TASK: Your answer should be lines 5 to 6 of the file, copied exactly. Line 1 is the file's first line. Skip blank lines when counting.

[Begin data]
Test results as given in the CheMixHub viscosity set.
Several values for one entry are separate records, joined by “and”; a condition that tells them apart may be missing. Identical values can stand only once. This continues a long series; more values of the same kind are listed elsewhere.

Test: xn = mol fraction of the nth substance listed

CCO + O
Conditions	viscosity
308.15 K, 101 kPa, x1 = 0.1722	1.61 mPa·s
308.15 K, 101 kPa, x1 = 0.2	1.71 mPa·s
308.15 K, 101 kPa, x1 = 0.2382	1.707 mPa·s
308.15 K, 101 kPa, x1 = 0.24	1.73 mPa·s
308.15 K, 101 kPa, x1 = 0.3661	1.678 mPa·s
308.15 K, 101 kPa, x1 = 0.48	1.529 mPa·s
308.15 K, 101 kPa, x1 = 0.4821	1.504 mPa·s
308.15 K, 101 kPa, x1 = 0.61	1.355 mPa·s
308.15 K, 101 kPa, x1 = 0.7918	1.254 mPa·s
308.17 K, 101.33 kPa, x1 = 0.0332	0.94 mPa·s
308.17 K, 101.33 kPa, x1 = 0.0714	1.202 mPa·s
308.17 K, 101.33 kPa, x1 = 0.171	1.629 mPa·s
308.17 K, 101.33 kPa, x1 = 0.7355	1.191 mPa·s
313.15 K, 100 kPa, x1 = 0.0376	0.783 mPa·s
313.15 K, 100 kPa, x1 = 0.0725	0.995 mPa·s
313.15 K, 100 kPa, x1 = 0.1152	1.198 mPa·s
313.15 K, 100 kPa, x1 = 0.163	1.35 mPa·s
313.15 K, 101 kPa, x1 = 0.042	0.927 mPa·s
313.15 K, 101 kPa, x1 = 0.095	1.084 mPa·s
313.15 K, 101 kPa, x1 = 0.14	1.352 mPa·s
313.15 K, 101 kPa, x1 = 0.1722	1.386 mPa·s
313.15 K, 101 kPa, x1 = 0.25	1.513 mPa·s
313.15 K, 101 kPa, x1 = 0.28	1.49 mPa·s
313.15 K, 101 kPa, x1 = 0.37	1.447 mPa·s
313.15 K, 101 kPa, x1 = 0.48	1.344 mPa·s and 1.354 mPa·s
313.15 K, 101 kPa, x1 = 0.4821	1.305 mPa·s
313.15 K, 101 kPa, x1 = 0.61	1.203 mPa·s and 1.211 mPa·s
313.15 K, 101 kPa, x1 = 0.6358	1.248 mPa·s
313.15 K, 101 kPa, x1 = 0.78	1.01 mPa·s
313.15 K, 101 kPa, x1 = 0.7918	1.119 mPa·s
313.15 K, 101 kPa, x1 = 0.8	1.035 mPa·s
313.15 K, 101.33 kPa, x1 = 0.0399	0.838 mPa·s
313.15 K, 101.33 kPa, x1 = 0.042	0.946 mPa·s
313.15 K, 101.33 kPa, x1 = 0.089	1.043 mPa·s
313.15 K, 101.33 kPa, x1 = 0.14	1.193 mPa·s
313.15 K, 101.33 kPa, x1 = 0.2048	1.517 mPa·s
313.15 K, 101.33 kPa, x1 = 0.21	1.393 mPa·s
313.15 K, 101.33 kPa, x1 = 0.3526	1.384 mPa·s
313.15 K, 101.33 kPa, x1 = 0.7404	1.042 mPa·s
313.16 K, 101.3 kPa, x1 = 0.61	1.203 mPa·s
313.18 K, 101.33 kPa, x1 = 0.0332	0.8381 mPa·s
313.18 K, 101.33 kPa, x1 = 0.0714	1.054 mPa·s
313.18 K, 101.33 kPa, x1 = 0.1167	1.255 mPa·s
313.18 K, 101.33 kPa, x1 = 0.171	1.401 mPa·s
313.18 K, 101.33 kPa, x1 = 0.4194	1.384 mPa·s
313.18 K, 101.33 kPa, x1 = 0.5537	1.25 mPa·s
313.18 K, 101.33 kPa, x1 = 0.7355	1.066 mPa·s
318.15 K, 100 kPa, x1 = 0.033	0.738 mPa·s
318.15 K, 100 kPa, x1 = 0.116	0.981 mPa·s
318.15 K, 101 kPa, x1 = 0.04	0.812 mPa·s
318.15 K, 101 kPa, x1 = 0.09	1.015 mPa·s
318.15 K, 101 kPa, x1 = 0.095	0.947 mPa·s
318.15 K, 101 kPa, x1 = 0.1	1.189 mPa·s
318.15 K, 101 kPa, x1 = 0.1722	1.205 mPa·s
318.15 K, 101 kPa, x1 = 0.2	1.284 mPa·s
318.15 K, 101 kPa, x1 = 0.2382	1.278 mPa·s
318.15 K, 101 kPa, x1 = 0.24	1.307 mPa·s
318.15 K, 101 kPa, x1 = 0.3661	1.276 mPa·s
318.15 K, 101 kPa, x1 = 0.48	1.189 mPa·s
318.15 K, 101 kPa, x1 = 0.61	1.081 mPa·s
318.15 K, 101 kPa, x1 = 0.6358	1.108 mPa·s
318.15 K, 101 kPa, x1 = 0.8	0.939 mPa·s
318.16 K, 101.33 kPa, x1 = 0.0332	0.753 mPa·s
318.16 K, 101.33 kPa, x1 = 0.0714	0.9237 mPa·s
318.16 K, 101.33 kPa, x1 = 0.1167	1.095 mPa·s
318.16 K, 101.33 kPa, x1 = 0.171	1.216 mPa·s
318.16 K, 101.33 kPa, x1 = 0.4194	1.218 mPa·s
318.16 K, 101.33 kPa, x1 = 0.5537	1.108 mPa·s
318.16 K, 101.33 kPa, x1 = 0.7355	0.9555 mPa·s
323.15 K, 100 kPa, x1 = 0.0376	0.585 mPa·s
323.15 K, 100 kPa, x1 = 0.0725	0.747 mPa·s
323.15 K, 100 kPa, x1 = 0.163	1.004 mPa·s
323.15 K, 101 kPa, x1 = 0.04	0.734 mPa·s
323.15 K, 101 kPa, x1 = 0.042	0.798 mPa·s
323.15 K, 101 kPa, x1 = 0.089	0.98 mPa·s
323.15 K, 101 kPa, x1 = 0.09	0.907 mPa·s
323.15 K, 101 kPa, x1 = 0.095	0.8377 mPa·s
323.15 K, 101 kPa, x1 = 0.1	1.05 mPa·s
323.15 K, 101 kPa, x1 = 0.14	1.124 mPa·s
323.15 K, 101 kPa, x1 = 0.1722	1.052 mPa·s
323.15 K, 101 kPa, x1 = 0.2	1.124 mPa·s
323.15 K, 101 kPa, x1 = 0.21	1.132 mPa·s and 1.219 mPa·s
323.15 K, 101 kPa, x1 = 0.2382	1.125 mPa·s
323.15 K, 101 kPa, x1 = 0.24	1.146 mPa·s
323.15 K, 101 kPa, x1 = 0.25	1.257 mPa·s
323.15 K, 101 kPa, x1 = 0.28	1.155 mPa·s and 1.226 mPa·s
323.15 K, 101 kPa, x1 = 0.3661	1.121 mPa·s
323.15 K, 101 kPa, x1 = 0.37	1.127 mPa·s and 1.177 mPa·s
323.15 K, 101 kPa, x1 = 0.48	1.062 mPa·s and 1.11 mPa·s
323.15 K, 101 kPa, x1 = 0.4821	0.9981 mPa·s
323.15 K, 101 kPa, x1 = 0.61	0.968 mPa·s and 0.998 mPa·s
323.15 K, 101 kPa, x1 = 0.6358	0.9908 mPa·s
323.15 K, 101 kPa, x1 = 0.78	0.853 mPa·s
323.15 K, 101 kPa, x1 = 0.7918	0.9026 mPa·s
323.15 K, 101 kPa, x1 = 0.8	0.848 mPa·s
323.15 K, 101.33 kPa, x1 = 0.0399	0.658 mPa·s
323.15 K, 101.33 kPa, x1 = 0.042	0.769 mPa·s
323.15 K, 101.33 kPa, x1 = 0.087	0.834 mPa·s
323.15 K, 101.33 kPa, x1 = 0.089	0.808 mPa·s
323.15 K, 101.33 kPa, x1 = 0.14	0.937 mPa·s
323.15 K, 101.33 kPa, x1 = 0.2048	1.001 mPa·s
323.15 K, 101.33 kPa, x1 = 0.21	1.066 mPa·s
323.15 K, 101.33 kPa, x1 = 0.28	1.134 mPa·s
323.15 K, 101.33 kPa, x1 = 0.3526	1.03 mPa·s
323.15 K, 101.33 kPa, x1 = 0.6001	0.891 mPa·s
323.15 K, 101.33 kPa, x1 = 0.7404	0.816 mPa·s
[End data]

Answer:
Conditions	viscosity
308.15 K, 101 kPa, x1 = 0.1722	1.61 mPa·s